The British Parliament report claimed that third class passengers “were not unfairly treated”

The vast majority of Irish passengers travelling on the Titanic were travelling in third class and the story of their evacuation being prevented until it was too late is well known to us today, but the British Parliamentary report found that the low rate of survival among third class passengers was accounted for “by the great reluctance of the third class passengers to leave the ship [and] by their unwillingness to part with their baggage”. In response to rumours that the third class passengers had been discriminated against, the report states with no ambiguity that “They were not unfairly treated”, thus dismissing all accusations of prejudice against those in the lower decks.

It all makes for fascinating reading and you can access this report online when you visit the NLI through the House of Commons Parliamentary Papers online. (This HCPP resource allows you to access Parliamentary Papers from 1801 to 2003/04 and Hansard from 1803-2005 online!)

Finally, if you’re looking to learn about individual Irish passengers and crew on the Titanic, Senan Molony’s book The Irish Aboard Titanic is a fascinating read. It features amazing tales of survival and tragedy, such as the account of 21-year-old Daniel Buckley, who managed to escape on a lifeboat after being disguised with a woman’s shawl, only to be killed in action on the French-Belgian border shortly before the end of World War I.

Another standout story is of a message-in-a-bottle which was reportedly washed up near the Cork home of Jeremiah Burke, a 19-year-old who did not survive the disaster. The message simply said “From Titanic. Good Bye all. Burke of Glanmire, Cork”. His family believed it to be genuine and still possess it today.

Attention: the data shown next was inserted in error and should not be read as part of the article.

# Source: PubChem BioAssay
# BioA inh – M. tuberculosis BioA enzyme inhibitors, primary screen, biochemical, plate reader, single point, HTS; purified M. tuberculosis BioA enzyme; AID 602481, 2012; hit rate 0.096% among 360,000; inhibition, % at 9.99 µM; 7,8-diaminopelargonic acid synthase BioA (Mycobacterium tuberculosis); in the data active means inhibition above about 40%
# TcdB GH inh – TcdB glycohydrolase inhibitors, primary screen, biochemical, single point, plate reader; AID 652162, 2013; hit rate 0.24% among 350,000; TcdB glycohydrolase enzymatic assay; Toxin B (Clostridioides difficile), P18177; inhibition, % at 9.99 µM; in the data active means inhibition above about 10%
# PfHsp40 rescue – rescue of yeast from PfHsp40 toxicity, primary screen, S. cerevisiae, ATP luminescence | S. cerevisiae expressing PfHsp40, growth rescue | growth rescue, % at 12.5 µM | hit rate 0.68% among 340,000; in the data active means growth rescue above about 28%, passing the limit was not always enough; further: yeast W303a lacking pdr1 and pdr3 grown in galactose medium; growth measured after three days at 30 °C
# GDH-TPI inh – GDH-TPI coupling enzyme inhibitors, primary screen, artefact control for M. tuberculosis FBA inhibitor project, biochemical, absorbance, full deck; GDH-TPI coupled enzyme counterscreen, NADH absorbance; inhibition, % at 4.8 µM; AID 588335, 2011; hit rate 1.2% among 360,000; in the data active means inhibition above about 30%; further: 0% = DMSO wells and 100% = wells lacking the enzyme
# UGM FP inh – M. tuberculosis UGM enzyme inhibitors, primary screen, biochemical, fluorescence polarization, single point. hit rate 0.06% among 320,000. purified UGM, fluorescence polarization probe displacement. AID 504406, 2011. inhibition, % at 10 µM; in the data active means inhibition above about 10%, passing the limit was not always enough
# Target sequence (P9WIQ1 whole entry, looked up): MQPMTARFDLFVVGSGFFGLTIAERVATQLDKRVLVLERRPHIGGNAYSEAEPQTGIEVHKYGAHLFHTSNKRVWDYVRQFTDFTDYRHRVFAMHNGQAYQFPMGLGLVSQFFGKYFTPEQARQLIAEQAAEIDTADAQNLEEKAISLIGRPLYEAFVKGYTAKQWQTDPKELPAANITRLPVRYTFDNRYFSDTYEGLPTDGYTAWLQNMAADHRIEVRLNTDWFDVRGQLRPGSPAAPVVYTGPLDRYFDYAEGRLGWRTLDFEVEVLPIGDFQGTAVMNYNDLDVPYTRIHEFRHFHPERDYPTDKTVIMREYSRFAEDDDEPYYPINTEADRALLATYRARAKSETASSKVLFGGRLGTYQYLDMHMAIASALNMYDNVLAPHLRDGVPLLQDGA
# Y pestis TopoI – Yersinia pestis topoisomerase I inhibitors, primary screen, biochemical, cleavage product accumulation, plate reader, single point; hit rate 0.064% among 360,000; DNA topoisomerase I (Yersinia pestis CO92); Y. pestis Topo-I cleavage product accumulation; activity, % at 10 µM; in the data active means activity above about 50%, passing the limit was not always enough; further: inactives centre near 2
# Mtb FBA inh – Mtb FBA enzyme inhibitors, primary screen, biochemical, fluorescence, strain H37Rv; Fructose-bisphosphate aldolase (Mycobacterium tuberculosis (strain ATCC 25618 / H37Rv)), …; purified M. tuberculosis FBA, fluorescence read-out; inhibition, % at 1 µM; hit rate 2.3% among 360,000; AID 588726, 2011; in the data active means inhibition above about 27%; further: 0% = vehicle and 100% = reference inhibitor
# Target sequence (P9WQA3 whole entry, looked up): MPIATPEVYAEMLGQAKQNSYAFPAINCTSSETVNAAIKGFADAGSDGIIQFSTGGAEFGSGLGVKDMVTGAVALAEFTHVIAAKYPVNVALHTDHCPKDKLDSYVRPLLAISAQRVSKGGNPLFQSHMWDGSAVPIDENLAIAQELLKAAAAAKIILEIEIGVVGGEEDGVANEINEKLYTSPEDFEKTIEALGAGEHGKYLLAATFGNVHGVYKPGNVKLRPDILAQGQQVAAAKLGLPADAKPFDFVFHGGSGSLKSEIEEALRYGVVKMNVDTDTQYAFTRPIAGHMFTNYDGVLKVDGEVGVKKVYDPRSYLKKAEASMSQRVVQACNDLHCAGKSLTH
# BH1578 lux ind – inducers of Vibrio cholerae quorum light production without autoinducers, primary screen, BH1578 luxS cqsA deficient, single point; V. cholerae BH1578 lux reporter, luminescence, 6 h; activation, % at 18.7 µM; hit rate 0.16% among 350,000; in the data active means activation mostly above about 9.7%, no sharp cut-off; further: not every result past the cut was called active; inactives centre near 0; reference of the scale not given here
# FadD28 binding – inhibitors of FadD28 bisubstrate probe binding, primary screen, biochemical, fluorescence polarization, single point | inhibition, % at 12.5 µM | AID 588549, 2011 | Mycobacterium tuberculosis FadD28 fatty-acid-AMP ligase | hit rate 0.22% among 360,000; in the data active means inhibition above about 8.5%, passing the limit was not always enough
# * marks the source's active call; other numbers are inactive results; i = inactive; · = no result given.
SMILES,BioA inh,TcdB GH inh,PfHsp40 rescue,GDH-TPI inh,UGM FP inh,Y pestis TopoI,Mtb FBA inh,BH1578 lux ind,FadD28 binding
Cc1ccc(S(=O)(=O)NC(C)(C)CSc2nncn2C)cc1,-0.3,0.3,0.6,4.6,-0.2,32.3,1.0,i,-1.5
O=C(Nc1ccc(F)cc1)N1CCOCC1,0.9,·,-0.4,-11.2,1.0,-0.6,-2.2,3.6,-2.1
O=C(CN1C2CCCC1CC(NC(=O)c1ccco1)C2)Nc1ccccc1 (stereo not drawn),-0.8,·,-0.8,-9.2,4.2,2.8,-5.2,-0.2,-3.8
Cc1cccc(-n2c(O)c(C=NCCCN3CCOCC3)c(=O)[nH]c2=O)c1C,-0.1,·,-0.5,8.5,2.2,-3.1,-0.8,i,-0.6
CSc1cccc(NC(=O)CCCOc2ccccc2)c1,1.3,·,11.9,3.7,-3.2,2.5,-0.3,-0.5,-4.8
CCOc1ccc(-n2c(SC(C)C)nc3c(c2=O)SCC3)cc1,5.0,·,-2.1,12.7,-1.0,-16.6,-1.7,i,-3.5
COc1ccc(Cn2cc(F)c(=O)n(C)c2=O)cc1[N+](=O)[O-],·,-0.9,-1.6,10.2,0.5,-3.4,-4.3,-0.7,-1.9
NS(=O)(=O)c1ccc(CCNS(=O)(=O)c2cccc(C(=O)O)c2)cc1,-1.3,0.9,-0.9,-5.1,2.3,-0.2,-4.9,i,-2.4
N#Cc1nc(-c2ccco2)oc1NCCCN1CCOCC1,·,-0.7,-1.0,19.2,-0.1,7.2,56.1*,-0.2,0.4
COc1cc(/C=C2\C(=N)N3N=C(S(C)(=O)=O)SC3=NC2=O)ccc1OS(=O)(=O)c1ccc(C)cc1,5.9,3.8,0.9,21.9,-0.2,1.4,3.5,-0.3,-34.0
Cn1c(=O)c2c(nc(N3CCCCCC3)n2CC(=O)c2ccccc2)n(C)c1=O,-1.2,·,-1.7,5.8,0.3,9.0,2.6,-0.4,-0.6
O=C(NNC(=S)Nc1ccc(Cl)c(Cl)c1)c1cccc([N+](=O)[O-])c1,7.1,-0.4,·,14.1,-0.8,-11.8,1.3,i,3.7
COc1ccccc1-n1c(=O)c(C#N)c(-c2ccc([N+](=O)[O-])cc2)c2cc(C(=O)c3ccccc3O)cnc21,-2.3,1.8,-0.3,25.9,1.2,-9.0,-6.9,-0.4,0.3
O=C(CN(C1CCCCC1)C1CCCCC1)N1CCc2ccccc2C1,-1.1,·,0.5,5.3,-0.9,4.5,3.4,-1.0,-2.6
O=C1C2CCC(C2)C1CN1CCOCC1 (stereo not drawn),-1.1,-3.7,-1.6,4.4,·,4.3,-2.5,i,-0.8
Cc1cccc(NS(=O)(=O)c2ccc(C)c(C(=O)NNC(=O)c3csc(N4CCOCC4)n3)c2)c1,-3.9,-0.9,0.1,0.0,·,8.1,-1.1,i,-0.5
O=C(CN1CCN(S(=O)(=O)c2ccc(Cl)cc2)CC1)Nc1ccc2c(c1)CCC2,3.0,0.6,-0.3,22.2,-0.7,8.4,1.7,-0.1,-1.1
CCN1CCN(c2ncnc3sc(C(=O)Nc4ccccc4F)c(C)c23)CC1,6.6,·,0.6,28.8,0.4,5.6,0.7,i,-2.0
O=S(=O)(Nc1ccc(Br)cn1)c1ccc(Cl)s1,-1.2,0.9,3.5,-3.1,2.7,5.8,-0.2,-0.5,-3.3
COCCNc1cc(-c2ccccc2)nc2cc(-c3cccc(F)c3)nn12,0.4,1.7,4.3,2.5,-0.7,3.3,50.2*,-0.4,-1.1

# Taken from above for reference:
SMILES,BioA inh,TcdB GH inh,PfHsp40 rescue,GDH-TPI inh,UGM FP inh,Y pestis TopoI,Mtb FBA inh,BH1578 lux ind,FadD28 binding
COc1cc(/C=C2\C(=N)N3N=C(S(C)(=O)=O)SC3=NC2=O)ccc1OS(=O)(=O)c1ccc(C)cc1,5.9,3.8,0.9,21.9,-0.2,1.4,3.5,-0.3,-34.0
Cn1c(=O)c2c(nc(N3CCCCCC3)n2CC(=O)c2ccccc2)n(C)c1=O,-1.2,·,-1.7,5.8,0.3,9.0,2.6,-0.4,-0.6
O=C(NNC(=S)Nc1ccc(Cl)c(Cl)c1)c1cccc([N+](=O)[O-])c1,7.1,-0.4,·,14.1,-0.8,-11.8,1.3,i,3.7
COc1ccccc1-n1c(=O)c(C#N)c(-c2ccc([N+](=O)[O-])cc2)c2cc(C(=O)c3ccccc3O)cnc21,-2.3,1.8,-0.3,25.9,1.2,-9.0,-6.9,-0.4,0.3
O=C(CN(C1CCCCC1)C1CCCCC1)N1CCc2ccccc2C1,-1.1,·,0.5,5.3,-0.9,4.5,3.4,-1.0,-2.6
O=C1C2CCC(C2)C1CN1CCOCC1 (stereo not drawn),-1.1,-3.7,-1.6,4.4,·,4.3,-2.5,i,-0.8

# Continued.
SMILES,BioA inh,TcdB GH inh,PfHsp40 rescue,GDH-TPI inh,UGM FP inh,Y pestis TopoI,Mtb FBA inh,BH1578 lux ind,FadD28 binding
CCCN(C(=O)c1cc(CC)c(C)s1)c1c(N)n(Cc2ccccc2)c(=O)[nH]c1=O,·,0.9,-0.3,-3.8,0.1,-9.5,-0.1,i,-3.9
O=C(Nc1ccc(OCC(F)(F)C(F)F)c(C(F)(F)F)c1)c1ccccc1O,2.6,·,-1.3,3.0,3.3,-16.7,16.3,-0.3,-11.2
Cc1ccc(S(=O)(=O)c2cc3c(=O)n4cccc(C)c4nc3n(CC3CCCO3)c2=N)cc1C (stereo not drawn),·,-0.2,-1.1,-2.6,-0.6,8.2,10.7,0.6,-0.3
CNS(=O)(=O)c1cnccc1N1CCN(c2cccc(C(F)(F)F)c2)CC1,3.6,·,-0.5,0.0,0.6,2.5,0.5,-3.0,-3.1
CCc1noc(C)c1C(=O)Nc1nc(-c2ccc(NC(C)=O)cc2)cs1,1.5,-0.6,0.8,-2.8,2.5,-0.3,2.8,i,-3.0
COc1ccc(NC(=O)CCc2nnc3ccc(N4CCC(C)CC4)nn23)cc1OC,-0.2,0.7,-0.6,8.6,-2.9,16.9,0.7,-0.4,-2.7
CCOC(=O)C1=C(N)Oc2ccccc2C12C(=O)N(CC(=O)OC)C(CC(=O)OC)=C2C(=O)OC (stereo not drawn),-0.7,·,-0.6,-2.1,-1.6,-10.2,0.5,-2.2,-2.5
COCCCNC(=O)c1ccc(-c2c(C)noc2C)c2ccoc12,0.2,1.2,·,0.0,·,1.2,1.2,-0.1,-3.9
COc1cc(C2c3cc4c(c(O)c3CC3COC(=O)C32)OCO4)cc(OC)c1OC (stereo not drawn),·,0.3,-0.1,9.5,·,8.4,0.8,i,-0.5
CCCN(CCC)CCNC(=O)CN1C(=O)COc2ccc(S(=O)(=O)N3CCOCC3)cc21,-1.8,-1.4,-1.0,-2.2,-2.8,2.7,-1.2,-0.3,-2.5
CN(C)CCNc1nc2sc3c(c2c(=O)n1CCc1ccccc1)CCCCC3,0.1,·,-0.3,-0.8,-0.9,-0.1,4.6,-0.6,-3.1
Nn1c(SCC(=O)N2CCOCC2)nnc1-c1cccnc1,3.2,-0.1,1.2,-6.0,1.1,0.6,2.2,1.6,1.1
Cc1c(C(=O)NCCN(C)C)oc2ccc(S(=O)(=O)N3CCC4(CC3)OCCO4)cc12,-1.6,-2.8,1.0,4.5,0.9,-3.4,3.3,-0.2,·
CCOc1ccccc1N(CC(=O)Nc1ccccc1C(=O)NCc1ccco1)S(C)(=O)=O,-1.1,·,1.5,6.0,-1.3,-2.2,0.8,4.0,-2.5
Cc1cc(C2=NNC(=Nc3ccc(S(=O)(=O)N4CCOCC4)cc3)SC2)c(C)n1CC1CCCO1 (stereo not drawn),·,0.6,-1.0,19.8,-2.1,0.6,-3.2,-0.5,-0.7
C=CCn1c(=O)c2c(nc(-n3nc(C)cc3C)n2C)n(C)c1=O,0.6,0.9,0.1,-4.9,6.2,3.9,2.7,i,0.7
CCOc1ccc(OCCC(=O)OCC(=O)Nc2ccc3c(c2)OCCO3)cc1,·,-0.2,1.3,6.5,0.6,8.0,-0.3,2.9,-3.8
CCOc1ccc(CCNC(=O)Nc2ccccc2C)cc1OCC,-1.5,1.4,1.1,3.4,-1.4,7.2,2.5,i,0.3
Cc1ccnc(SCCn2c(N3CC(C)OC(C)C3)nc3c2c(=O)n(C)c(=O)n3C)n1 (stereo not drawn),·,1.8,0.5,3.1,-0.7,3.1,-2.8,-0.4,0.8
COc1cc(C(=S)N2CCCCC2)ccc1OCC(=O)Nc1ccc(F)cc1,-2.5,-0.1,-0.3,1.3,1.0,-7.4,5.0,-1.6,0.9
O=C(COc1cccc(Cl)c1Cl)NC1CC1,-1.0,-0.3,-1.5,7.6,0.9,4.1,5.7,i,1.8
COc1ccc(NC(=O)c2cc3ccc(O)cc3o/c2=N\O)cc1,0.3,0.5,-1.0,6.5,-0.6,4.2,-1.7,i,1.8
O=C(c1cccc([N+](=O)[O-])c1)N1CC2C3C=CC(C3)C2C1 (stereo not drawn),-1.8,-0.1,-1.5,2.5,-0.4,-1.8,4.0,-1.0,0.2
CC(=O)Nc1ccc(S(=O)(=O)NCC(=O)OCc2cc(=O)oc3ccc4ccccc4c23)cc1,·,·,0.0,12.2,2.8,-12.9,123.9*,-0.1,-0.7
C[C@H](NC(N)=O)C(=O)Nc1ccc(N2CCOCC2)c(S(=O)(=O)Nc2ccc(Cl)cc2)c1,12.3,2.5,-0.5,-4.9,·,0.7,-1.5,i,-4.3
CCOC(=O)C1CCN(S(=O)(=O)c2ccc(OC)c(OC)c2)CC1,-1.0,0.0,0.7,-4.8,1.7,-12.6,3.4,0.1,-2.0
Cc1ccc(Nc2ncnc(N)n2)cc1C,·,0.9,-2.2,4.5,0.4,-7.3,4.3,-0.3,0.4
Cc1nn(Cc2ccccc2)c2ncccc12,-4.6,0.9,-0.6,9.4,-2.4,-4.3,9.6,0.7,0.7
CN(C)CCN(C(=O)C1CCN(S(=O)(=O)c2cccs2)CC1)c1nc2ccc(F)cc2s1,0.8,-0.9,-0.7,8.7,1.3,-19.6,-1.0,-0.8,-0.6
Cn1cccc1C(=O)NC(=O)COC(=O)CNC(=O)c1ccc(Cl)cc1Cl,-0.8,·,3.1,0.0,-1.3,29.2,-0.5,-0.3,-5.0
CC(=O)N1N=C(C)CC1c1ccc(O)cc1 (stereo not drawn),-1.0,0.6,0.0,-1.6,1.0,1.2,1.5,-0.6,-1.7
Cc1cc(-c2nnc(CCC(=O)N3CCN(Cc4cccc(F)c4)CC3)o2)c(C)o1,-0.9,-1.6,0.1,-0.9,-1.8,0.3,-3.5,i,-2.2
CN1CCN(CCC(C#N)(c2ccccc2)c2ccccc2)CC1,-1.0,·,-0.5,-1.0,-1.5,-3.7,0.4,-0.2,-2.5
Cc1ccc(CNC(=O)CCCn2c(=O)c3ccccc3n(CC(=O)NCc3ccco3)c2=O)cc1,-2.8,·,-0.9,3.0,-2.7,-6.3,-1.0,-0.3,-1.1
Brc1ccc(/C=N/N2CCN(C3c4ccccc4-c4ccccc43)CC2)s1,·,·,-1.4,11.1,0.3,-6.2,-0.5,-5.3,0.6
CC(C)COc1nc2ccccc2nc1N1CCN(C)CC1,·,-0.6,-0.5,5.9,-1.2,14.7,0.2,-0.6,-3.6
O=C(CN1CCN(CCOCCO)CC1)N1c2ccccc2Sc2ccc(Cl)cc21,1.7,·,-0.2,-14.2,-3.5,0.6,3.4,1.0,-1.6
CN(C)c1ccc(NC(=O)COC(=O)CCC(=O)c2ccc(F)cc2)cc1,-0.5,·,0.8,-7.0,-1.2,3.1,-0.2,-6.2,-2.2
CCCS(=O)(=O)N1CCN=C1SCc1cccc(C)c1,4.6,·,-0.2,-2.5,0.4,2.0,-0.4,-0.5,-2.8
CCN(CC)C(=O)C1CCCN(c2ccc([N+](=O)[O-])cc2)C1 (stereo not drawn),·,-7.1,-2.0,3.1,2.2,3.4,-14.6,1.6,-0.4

Even one hundred years after the event, the story of the Titanic is such a universally well-known one that we may perhaps feel we’ve heard it all before. However, exploring primary resources like contemporary newspapers and Parliamentary reports give us a new perspective on the memorable events of April 1912.

The following images appear courtesy of the National Library of Ireland:

Archives show human tragedy and truth behind Titanic sinking
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  • La Lecon du Titanic

    Safety lessons were learned from the Titanic sinking, according to this June 1912 supplement from Le Petit Journal, a Parisian newspaper.
  • Sunday Independent 21 April 1912

    A report on some of the survivors of the Titanic sinking on 21 April 1912.
  • Shipping casualties

    Title page of the British Parliamentary report on the sinking of the Titanic.
  • Ballad lamentation on the loss of the Titanic

    This is one of the vast selection of street ballads held by the NLI. The illustration is probably the only block of a ship that the printer had and is inappropriate to represent what was the most modern ship in the world at the time.

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About the author:

Áine Finegan